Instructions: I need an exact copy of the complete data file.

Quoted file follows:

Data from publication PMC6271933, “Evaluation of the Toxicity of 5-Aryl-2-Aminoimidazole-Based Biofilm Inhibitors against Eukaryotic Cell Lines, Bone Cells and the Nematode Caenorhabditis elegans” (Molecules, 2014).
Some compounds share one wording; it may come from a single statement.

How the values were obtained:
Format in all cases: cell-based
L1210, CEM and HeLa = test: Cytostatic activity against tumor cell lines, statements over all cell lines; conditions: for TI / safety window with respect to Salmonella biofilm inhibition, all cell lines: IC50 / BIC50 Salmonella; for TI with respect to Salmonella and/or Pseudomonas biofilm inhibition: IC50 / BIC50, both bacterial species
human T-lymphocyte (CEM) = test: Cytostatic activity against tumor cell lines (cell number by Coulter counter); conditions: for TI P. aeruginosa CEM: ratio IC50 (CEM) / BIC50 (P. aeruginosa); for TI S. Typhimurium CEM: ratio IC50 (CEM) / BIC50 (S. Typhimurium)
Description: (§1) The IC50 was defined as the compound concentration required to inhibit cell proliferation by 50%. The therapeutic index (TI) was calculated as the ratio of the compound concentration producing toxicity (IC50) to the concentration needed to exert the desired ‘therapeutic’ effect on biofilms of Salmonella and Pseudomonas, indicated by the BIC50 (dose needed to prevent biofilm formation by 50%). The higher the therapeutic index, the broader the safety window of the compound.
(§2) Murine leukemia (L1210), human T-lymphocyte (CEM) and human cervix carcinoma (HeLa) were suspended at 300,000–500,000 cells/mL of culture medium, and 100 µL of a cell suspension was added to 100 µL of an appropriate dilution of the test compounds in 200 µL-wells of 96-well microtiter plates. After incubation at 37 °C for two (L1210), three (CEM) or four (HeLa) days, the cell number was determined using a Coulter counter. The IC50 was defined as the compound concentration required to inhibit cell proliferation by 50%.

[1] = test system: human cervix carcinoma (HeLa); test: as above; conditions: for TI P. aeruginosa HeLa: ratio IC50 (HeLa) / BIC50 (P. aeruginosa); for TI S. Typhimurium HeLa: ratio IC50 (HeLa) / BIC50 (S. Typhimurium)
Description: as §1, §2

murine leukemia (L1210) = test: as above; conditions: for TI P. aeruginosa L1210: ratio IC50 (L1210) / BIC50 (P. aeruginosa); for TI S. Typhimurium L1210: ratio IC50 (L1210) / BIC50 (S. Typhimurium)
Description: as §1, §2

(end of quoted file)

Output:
Data from publication PMC6271933, “Evaluation of the Toxicity of 5-Aryl-2-Aminoimidazole-Based Biofilm Inhibitors against Eukaryotic Cell Lines, Bone Cells and the Nematode Caenorhabditis elegans” (Molecules, 2014).
Some compounds share one wording; it may come from a single statement.

How the values were obtained:
Format in all cases: cell-based
L1210, CEM and HeLa = test: Cytostatic activity against tumor cell lines, statements over all cell lines; conditions: for TI / safety window with respect to Salmonella biofilm inhibition, all cell lines: IC50 / BIC50 Salmonella; for TI with respect to Salmonella and/or Pseudomonas biofilm inhibition: IC50 / BIC50, both bacterial species
human T-lymphocyte (CEM) = test: Cytostatic activity against tumor cell lines (cell number by Coulter counter); conditions: for TI P. aeruginosa CEM: ratio IC50 (CEM) / BIC50 (P. aeruginosa); for TI S. Typhimurium CEM: ratio IC50 (CEM) / BIC50 (S. Typhimurium)
Description: (§1) The IC50 was defined as the compound concentration required to inhibit cell proliferation by 50%. The therapeutic index (TI) was calculated as the ratio of the compound concentration producing toxicity (IC50) to the concentration needed to exert the desired ‘therapeutic’ effect on biofilms of Salmonella and Pseudomonas, indicated by the BIC50 (dose needed to prevent biofilm formation by 50%). The higher the therapeutic index, the broader the safety window of the compound.
(§2) Murine leukemia (L1210), human T-lymphocyte (CEM) and human cervix carcinoma (HeLa) were suspended at 300,000–500,000 cells/mL of culture medium, and 100 µL of a cell suspension was added to 100 µL of an appropriate dilution of the test compounds in 200 µL-wells of 96-well microtiter plates. After incubation at 37 °C for two (L1210), three (CEM) or four (HeLa) days, the cell number was determined using a Coulter counter. The IC50 was defined as the compound concentration required to inhibit cell proliferation by 50%.

[1] = test system: human cervix carcinoma (HeLa); test: as above; conditions: for TI P. aeruginosa HeLa: ratio IC50 (HeLa) / BIC50 (P. aeruginosa); for TI S. Typhimurium HeLa: ratio IC50 (HeLa) / BIC50 (S. Typhimurium)
Description: as §1, §2

murine leukemia (L1210) = test: as above; conditions: for TI P. aeruginosa L1210: ratio IC50 (L1210) / BIC50 (P. aeruginosa); for TI S. Typhimurium L1210: ratio IC50 (L1210) / BIC50 (S. Typhimurium)
Description: as §1, §2